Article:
Wednesday, March 17, 2021

The impacts of the pandemic on the US labor force

From the New York Times, this comment on the pandemic: 

...But the speed with which the pandemic has driven workers from the labor force has had devastating effects that could leave lasting damage.

The labor force participation rate among those 16 or older has dropped to about 61 percent from 63 percent in February 2020. Among prime age workers — those 25 to 54 — it has declined to 81 percent from 83 percent.

Women in their prime working years have quit the labor force at nearly twice the rate of men, according to research by Wells Fargo, partly because more women work in industries like leisure and hospitality that are less suited to social distancing and partly because women are more likely to bear the burden of child care. The share of Black women who have left the labor force is more than twice the share of white men.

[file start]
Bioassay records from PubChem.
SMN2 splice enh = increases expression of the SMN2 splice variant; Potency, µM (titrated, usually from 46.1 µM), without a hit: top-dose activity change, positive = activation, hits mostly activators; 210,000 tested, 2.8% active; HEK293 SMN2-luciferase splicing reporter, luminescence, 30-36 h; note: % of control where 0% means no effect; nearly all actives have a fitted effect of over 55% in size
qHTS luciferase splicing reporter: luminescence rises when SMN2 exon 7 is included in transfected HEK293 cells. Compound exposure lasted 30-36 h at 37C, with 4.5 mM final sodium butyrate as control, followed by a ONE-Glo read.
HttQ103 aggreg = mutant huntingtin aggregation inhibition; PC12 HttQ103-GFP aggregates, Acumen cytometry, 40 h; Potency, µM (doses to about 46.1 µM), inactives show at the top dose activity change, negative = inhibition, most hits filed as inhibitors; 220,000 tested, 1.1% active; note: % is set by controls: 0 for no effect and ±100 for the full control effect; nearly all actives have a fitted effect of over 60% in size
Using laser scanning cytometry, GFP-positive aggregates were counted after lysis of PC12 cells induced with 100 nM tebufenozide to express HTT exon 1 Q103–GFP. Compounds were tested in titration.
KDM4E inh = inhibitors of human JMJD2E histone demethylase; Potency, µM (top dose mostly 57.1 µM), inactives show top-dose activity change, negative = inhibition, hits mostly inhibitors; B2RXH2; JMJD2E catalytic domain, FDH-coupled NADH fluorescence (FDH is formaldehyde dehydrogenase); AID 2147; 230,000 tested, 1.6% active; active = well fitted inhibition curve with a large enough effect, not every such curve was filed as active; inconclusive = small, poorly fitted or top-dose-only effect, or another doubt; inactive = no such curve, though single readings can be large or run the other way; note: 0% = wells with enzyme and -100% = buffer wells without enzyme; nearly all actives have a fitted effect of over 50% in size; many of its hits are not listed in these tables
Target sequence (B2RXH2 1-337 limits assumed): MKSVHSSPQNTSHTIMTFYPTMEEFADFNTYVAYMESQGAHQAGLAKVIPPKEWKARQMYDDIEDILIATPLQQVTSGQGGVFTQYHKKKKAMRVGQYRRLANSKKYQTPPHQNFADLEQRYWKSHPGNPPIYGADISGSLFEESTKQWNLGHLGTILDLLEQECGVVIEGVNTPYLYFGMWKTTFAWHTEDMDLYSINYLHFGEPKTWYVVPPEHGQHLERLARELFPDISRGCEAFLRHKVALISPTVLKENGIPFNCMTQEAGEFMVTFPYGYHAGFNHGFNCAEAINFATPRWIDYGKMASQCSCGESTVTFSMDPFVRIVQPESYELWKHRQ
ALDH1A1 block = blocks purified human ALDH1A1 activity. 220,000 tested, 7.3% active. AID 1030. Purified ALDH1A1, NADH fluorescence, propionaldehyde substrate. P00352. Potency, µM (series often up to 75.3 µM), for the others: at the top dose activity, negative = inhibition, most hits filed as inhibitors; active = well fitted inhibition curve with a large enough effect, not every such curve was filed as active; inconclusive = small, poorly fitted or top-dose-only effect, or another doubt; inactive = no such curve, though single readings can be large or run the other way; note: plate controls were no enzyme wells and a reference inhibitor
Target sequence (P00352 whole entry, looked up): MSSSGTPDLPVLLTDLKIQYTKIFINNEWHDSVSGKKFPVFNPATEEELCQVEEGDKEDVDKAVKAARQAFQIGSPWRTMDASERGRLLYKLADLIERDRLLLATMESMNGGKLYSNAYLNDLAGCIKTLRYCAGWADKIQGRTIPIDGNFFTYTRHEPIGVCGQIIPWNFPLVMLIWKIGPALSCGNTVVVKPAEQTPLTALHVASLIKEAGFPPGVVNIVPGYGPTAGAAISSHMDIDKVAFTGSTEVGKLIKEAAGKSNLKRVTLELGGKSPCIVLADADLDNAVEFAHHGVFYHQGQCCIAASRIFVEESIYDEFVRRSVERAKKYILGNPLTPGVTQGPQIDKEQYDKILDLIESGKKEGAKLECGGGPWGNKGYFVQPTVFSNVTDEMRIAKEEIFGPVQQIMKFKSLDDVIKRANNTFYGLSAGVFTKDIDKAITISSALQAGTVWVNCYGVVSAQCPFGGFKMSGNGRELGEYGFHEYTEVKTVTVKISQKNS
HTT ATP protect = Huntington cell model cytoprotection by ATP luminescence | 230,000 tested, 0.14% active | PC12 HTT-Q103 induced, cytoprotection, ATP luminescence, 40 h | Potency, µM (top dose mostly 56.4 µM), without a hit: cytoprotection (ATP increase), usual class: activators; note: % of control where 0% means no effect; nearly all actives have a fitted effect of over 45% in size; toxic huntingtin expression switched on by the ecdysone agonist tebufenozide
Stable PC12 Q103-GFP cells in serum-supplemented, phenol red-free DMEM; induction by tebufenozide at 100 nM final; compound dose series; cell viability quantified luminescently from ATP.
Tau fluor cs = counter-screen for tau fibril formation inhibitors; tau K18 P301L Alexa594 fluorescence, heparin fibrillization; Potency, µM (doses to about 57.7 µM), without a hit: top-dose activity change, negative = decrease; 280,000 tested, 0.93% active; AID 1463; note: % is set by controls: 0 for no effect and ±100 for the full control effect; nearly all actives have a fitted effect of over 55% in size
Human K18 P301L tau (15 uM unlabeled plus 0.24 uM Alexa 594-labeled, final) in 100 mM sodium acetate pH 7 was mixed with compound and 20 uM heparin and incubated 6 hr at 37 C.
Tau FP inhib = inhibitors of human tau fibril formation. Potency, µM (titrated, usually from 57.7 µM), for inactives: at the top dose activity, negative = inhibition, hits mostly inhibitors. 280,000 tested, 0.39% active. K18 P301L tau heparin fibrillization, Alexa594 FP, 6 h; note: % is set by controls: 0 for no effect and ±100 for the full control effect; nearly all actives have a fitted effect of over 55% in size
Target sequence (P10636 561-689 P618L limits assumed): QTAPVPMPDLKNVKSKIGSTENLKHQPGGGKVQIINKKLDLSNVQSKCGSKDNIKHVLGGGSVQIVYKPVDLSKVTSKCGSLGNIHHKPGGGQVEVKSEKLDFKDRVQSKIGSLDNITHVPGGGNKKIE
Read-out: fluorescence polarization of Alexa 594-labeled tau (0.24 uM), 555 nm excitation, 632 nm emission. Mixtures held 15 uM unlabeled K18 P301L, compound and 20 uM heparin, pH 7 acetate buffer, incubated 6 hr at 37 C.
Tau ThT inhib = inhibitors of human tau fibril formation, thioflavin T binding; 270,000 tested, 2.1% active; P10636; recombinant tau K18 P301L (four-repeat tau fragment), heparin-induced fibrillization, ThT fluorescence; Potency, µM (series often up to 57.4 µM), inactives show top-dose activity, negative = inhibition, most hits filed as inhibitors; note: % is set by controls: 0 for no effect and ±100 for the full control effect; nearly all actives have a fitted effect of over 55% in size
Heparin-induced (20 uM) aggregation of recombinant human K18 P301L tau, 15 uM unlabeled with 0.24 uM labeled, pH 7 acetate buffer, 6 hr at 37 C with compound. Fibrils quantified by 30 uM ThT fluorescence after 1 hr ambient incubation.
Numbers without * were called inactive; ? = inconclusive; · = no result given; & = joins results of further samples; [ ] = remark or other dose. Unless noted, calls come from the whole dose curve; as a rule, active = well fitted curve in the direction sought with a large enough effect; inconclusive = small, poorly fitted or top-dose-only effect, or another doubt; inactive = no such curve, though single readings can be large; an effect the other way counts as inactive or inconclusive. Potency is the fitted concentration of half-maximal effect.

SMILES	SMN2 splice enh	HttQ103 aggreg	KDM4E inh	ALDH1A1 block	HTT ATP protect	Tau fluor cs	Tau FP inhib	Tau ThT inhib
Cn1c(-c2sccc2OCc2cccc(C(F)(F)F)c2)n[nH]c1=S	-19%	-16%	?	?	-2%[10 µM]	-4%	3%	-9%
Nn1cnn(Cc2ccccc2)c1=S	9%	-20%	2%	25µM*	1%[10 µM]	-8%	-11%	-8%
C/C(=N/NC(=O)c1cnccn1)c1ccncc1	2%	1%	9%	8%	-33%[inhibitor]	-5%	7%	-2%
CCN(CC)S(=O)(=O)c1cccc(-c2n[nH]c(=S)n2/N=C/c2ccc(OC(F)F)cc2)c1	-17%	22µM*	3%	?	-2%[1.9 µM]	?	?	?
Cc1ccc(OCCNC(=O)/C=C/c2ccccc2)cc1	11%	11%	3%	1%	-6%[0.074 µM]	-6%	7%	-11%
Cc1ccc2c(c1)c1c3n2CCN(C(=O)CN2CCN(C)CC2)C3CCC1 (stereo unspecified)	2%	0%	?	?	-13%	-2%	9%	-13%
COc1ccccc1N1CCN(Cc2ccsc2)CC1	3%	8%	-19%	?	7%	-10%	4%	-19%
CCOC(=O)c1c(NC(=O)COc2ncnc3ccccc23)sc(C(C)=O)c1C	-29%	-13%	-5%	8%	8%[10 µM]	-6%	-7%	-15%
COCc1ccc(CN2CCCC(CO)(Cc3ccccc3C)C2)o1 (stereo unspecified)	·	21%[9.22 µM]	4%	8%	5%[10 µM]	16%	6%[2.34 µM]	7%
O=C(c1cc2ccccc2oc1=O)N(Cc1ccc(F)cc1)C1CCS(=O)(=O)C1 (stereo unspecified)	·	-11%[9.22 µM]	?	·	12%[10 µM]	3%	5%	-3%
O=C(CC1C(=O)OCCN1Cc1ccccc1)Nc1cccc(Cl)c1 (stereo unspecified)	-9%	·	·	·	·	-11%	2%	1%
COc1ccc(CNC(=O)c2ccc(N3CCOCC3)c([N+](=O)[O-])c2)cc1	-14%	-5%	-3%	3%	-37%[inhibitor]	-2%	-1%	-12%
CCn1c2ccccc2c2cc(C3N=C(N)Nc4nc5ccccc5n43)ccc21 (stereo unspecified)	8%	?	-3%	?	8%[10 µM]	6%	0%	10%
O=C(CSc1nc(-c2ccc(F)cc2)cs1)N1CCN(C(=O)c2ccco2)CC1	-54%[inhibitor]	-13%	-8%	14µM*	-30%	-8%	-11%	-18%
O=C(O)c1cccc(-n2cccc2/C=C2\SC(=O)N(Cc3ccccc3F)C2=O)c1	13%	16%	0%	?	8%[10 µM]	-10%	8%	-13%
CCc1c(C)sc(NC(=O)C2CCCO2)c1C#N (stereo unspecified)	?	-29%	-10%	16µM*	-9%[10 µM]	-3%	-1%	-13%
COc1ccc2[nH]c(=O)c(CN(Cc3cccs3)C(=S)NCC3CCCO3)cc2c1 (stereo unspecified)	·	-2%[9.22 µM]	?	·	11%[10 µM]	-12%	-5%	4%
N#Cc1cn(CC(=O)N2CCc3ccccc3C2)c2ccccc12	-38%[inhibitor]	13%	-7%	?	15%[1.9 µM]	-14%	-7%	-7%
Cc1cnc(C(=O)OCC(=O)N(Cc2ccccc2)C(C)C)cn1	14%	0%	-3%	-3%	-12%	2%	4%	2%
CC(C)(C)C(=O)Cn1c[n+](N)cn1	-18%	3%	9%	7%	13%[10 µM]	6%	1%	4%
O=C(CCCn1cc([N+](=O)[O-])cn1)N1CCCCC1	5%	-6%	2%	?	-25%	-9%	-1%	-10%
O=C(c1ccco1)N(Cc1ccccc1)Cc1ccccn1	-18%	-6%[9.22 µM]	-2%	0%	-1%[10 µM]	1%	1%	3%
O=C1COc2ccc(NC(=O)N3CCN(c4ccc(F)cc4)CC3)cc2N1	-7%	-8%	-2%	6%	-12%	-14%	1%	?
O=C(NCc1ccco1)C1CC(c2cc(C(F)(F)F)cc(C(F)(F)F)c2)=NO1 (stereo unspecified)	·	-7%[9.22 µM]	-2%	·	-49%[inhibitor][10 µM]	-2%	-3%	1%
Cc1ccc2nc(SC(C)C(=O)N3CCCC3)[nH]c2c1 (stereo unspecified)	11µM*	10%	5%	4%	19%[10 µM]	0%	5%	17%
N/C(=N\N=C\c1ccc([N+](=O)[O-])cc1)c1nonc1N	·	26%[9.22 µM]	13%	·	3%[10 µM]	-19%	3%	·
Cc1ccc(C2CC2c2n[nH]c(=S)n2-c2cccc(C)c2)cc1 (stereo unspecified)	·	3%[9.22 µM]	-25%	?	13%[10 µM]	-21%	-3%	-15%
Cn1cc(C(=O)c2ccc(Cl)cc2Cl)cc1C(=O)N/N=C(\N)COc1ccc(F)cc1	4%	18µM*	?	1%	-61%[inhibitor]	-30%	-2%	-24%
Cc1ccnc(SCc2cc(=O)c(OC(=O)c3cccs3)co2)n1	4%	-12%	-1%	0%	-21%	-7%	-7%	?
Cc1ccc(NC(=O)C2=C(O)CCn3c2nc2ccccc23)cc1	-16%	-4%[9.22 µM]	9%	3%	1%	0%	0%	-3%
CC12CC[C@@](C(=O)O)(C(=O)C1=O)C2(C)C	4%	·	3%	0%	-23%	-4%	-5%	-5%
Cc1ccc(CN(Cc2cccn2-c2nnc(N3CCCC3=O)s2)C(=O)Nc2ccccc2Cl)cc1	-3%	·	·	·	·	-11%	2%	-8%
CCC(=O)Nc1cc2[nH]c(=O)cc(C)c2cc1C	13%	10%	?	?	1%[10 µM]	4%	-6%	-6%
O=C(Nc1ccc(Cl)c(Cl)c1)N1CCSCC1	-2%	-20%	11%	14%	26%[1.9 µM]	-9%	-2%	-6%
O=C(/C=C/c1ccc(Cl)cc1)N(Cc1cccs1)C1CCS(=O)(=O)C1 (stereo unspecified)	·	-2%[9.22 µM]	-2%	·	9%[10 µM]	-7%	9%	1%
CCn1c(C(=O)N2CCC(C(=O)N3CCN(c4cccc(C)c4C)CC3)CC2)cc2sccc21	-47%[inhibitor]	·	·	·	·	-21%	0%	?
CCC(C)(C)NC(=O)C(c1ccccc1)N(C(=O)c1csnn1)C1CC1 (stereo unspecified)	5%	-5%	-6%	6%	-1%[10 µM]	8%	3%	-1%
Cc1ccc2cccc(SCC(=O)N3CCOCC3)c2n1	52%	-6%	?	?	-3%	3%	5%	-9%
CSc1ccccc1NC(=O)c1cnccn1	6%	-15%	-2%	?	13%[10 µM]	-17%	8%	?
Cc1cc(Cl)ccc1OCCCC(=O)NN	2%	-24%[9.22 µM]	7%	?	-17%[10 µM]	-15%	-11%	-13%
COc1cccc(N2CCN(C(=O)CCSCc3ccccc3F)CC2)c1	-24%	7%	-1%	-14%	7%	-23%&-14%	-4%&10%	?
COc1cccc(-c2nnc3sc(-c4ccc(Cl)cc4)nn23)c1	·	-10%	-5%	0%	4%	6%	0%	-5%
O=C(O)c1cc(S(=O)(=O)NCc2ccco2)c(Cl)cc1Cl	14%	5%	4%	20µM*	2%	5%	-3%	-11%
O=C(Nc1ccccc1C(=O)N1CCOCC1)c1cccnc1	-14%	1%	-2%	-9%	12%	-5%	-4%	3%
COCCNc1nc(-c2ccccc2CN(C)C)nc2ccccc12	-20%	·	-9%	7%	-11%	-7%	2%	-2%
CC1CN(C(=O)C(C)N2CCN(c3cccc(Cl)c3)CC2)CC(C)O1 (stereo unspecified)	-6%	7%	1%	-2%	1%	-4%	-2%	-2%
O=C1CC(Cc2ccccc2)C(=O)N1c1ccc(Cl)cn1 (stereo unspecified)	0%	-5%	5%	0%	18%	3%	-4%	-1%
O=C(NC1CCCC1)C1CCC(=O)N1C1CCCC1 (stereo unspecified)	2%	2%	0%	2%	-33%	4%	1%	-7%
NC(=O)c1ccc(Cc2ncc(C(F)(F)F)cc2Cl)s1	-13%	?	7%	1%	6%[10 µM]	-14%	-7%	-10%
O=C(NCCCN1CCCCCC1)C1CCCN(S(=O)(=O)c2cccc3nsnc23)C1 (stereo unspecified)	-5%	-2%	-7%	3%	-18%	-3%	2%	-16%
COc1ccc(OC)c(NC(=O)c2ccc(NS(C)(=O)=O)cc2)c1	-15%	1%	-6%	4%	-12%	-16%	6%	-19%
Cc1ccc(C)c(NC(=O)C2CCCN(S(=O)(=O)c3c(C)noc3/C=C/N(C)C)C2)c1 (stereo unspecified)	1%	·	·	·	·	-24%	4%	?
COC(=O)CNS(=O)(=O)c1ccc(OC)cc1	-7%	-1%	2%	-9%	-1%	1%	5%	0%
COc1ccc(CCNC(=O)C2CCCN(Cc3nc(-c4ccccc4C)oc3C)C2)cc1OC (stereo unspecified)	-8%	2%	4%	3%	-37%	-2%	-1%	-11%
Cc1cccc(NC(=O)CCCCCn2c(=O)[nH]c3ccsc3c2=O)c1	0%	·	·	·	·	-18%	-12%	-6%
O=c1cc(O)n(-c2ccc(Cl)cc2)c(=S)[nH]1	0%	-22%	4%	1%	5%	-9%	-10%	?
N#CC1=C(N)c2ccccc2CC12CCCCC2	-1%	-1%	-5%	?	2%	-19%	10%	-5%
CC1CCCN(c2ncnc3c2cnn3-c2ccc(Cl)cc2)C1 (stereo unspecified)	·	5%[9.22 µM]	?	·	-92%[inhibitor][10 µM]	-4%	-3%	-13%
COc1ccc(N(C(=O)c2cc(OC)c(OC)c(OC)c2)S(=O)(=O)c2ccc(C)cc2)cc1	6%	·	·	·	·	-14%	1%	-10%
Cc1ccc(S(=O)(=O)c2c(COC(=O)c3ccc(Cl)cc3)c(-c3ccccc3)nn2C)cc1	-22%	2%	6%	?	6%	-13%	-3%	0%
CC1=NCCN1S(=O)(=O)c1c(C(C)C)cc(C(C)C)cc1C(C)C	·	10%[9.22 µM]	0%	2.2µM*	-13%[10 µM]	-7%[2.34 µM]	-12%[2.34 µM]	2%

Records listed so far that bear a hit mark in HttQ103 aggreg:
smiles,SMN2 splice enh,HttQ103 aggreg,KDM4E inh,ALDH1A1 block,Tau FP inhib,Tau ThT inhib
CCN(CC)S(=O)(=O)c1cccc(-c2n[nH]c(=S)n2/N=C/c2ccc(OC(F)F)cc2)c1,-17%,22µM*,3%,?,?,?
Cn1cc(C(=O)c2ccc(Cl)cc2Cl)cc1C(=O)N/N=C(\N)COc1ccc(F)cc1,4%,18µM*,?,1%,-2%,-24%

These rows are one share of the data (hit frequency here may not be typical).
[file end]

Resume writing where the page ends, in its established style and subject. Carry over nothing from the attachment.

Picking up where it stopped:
Then there are the many people who may be seeking a job but who are unavailable to take one because of health concerns, illness or caretaking obligations, putting them in what economists say is something of a gray area — between being unemployed and not in the labor force — that has become more common during the pandemic.

It would be interesting to know the labor force participation rate for chemists, and if it is higher or lower for other college degree holders. 

1 comment:

  1. Anecdotal answer to your question: I work for a CMO and we had a hiring surge last year, in all departments (QA, QC, Production, BD, PM, etc.), but mostly in Production, and hired a LOT of BS/MS chemists.


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